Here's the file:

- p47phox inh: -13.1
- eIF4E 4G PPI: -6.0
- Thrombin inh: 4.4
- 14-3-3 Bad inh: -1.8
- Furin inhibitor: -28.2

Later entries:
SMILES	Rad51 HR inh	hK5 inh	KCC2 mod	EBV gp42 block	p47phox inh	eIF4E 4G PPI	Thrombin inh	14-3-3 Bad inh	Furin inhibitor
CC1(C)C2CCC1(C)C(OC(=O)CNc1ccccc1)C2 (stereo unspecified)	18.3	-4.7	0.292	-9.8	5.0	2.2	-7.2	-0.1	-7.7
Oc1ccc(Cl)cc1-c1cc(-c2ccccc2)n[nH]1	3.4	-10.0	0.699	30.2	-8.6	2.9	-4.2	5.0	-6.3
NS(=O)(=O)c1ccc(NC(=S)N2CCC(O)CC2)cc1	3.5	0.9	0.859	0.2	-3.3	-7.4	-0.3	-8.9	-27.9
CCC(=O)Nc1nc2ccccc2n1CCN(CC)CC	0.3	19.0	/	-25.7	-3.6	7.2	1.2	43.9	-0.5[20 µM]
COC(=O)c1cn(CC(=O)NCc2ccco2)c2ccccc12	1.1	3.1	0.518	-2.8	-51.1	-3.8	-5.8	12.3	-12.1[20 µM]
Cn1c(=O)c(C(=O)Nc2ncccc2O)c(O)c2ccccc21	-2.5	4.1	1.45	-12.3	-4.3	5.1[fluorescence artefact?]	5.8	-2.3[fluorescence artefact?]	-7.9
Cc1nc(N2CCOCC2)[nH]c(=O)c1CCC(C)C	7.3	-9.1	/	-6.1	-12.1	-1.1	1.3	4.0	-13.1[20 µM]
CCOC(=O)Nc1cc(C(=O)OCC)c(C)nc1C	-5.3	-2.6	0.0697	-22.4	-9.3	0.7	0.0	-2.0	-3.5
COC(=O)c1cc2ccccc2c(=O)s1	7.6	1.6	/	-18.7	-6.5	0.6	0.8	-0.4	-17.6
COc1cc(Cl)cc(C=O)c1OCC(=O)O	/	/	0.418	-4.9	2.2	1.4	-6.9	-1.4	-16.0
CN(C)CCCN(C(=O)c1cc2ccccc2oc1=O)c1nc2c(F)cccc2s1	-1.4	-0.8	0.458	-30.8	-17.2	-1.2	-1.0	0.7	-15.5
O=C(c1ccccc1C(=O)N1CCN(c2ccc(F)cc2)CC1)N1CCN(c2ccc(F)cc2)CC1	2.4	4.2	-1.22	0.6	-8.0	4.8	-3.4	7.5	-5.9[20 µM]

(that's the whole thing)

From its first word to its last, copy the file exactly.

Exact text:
- p47phox inh: -13.1
- eIF4E 4G PPI: -6.0
- Thrombin inh: 4.4
- 14-3-3 Bad inh: -1.8
- Furin inhibitor: -28.2

Later entries:
SMILES	Rad51 HR inh	hK5 inh	KCC2 mod	EBV gp42 block	p47phox inh	eIF4E 4G PPI	Thrombin inh	14-3-3 Bad inh	Furin inhibitor
CC1(C)C2CCC1(C)C(OC(=O)CNc1ccccc1)C2 (stereo unspecified)	18.3	-4.7	0.292	-9.8	5.0	2.2	-7.2	-0.1	-7.7
Oc1ccc(Cl)cc1-c1cc(-c2ccccc2)n[nH]1	3.4	-10.0	0.699	30.2	-8.6	2.9	-4.2	5.0	-6.3
NS(=O)(=O)c1ccc(NC(=S)N2CCC(O)CC2)cc1	3.5	0.9	0.859	0.2	-3.3	-7.4	-0.3	-8.9	-27.9
CCC(=O)Nc1nc2ccccc2n1CCN(CC)CC	0.3	19.0	/	-25.7	-3.6	7.2	1.2	43.9	-0.5[20 µM]
COC(=O)c1cn(CC(=O)NCc2ccco2)c2ccccc12	1.1	3.1	0.518	-2.8	-51.1	-3.8	-5.8	12.3	-12.1[20 µM]
Cn1c(=O)c(C(=O)Nc2ncccc2O)c(O)c2ccccc21	-2.5	4.1	1.45	-12.3	-4.3	5.1[fluorescence artefact?]	5.8	-2.3[fluorescence artefact?]	-7.9
Cc1nc(N2CCOCC2)[nH]c(=O)c1CCC(C)C	7.3	-9.1	/	-6.1	-12.1	-1.1	1.3	4.0	-13.1[20 µM]
CCOC(=O)Nc1cc(C(=O)OCC)c(C)nc1C	-5.3	-2.6	0.0697	-22.4	-9.3	0.7	0.0	-2.0	-3.5
COC(=O)c1cc2ccccc2c(=O)s1	7.6	1.6	/	-18.7	-6.5	0.6	0.8	-0.4	-17.6
COc1cc(Cl)cc(C=O)c1OCC(=O)O	/	/	0.418	-4.9	2.2	1.4	-6.9	-1.4	-16.0
CN(C)CCCN(C(=O)c1cc2ccccc2oc1=O)c1nc2c(F)cccc2s1	-1.4	-0.8	0.458	-30.8	-17.2	-1.2	-1.0	0.7	-15.5
O=C(c1ccccc1C(=O)N1CCN(c2ccc(F)cc2)CC1)N1CCN(c2ccc(F)cc2)CC1	2.4	4.2	-1.22	0.6	-8.0	4.8	-3.4	7.5	-5.9[20 µM]